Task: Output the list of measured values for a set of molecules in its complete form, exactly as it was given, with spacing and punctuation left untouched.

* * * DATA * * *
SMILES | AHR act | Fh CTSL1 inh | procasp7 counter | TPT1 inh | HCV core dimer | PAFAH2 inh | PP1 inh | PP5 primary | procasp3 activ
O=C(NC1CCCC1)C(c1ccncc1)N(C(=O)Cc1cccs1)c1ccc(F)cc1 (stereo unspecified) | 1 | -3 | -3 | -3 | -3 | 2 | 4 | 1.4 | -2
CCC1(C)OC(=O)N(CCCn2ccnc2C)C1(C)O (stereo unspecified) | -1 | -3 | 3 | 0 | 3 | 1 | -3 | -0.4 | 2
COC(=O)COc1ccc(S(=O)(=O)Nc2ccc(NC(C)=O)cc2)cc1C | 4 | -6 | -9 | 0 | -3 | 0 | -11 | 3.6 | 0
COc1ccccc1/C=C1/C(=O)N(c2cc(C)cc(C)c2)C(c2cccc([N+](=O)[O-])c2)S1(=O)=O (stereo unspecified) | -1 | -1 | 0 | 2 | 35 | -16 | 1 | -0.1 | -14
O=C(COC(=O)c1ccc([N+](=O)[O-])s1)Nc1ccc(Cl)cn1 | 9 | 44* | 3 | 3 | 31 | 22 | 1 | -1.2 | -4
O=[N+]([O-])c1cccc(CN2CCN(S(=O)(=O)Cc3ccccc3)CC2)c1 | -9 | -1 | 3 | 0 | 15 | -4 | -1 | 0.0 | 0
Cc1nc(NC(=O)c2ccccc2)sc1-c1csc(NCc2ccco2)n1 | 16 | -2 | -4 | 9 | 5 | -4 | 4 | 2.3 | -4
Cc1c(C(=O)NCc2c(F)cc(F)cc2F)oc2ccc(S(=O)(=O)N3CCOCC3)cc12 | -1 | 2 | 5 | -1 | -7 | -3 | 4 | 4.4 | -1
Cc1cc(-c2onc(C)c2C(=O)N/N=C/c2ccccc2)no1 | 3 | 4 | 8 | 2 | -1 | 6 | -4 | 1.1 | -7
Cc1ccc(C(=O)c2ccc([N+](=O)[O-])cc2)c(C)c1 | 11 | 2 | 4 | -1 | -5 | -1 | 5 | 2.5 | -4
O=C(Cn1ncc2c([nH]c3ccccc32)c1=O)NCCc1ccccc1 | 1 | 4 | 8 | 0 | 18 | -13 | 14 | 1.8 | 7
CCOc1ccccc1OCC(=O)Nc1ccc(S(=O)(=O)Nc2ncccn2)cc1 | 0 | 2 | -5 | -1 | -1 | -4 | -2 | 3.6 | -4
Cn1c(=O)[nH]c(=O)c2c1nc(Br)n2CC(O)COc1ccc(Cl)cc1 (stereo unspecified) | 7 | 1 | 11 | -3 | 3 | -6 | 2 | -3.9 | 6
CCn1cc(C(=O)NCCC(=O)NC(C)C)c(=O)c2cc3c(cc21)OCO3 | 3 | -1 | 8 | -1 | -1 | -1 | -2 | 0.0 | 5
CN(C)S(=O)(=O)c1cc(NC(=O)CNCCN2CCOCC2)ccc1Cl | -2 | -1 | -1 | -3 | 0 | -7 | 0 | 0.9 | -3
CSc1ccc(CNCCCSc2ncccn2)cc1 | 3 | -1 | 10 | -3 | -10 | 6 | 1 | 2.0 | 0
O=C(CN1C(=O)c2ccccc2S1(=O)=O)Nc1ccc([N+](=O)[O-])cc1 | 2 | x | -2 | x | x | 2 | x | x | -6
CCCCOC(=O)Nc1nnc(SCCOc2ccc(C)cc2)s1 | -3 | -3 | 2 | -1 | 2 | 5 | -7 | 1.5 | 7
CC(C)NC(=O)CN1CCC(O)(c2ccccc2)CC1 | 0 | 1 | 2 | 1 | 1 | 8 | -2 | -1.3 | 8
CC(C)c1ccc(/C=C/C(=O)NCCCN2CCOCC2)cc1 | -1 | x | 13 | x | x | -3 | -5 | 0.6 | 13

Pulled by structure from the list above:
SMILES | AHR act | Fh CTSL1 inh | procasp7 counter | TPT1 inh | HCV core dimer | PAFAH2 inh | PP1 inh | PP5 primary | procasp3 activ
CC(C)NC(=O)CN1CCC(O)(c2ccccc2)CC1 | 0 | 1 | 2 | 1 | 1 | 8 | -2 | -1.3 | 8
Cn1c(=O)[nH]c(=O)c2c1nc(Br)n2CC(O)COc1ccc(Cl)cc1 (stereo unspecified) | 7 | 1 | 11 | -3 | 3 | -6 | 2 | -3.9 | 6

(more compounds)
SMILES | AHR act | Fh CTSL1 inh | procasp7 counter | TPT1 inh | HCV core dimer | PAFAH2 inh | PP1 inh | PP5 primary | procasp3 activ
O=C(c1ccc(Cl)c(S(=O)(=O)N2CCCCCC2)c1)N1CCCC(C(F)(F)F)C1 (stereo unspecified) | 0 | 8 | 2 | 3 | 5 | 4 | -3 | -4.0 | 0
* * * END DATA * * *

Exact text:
SMILES | AHR act | Fh CTSL1 inh | procasp7 counter | TPT1 inh | HCV core dimer | PAFAH2 inh | PP1 inh | PP5 primary | procasp3 activ
O=C(NC1CCCC1)C(c1ccncc1)N(C(=O)Cc1cccs1)c1ccc(F)cc1 (stereo unspecified) | 1 | -3 | -3 | -3 | -3 | 2 | 4 | 1.4 | -2
CCC1(C)OC(=O)N(CCCn2ccnc2C)C1(C)O (stereo unspecified) | -1 | -3 | 3 | 0 | 3 | 1 | -3 | -0.4 | 2
COC(=O)COc1ccc(S(=O)(=O)Nc2ccc(NC(C)=O)cc2)cc1C | 4 | -6 | -9 | 0 | -3 | 0 | -11 | 3.6 | 0
COc1ccccc1/C=C1/C(=O)N(c2cc(C)cc(C)c2)C(c2cccc([N+](=O)[O-])c2)S1(=O)=O (stereo unspecified) | -1 | -1 | 0 | 2 | 35 | -16 | 1 | -0.1 | -14
O=C(COC(=O)c1ccc([N+](=O)[O-])s1)Nc1ccc(Cl)cn1 | 9 | 44* | 3 | 3 | 31 | 22 | 1 | -1.2 | -4
O=[N+]([O-])c1cccc(CN2CCN(S(=O)(=O)Cc3ccccc3)CC2)c1 | -9 | -1 | 3 | 0 | 15 | -4 | -1 | 0.0 | 0
Cc1nc(NC(=O)c2ccccc2)sc1-c1csc(NCc2ccco2)n1 | 16 | -2 | -4 | 9 | 5 | -4 | 4 | 2.3 | -4
Cc1c(C(=O)NCc2c(F)cc(F)cc2F)oc2ccc(S(=O)(=O)N3CCOCC3)cc12 | -1 | 2 | 5 | -1 | -7 | -3 | 4 | 4.4 | -1
Cc1cc(-c2onc(C)c2C(=O)N/N=C/c2ccccc2)no1 | 3 | 4 | 8 | 2 | -1 | 6 | -4 | 1.1 | -7
Cc1ccc(C(=O)c2ccc([N+](=O)[O-])cc2)c(C)c1 | 11 | 2 | 4 | -1 | -5 | -1 | 5 | 2.5 | -4
O=C(Cn1ncc2c([nH]c3ccccc32)c1=O)NCCc1ccccc1 | 1 | 4 | 8 | 0 | 18 | -13 | 14 | 1.8 | 7
CCOc1ccccc1OCC(=O)Nc1ccc(S(=O)(=O)Nc2ncccn2)cc1 | 0 | 2 | -5 | -1 | -1 | -4 | -2 | 3.6 | -4
Cn1c(=O)[nH]c(=O)c2c1nc(Br)n2CC(O)COc1ccc(Cl)cc1 (stereo unspecified) | 7 | 1 | 11 | -3 | 3 | -6 | 2 | -3.9 | 6
CCn1cc(C(=O)NCCC(=O)NC(C)C)c(=O)c2cc3c(cc21)OCO3 | 3 | -1 | 8 | -1 | -1 | -1 | -2 | 0.0 | 5
CN(C)S(=O)(=O)c1cc(NC(=O)CNCCN2CCOCC2)ccc1Cl | -2 | -1 | -1 | -3 | 0 | -7 | 0 | 0.9 | -3
CSc1ccc(CNCCCSc2ncccn2)cc1 | 3 | -1 | 10 | -3 | -10 | 6 | 1 | 2.0 | 0
O=C(CN1C(=O)c2ccccc2S1(=O)=O)Nc1ccc([N+](=O)[O-])cc1 | 2 | x | -2 | x | x | 2 | x | x | -6
CCCCOC(=O)Nc1nnc(SCCOc2ccc(C)cc2)s1 | -3 | -3 | 2 | -1 | 2 | 5 | -7 | 1.5 | 7
CC(C)NC(=O)CN1CCC(O)(c2ccccc2)CC1 | 0 | 1 | 2 | 1 | 1 | 8 | -2 | -1.3 | 8
CC(C)c1ccc(/C=C/C(=O)NCCCN2CCOCC2)cc1 | -1 | x | 13 | x | x | -3 | -5 | 0.6 | 13

Pulled by structure from the list above:
SMILES | AHR act | Fh CTSL1 inh | procasp7 counter | TPT1 inh | HCV core dimer | PAFAH2 inh | PP1 inh | PP5 primary | procasp3 activ
CC(C)NC(=O)CN1CCC(O)(c2ccccc2)CC1 | 0 | 1 | 2 | 1 | 1 | 8 | -2 | -1.3 | 8
Cn1c(=O)[nH]c(=O)c2c1nc(Br)n2CC(O)COc1ccc(Cl)cc1 (stereo unspecified) | 7 | 1 | 11 | -3 | 3 | -6 | 2 | -3.9 | 6

(more compounds)
SMILES | AHR act | Fh CTSL1 inh | procasp7 counter | TPT1 inh | HCV core dimer | PAFAH2 inh | PP1 inh | PP5 primary | procasp3 activ
O=C(c1ccc(Cl)c(S(=O)(=O)N2CCCCCC2)c1)N1CCCC(C(F)(F)F)C1 (stereo unspecified) | 0 | 8 | 2 | 3 | 5 | 4 | -3 | -4.0 | 0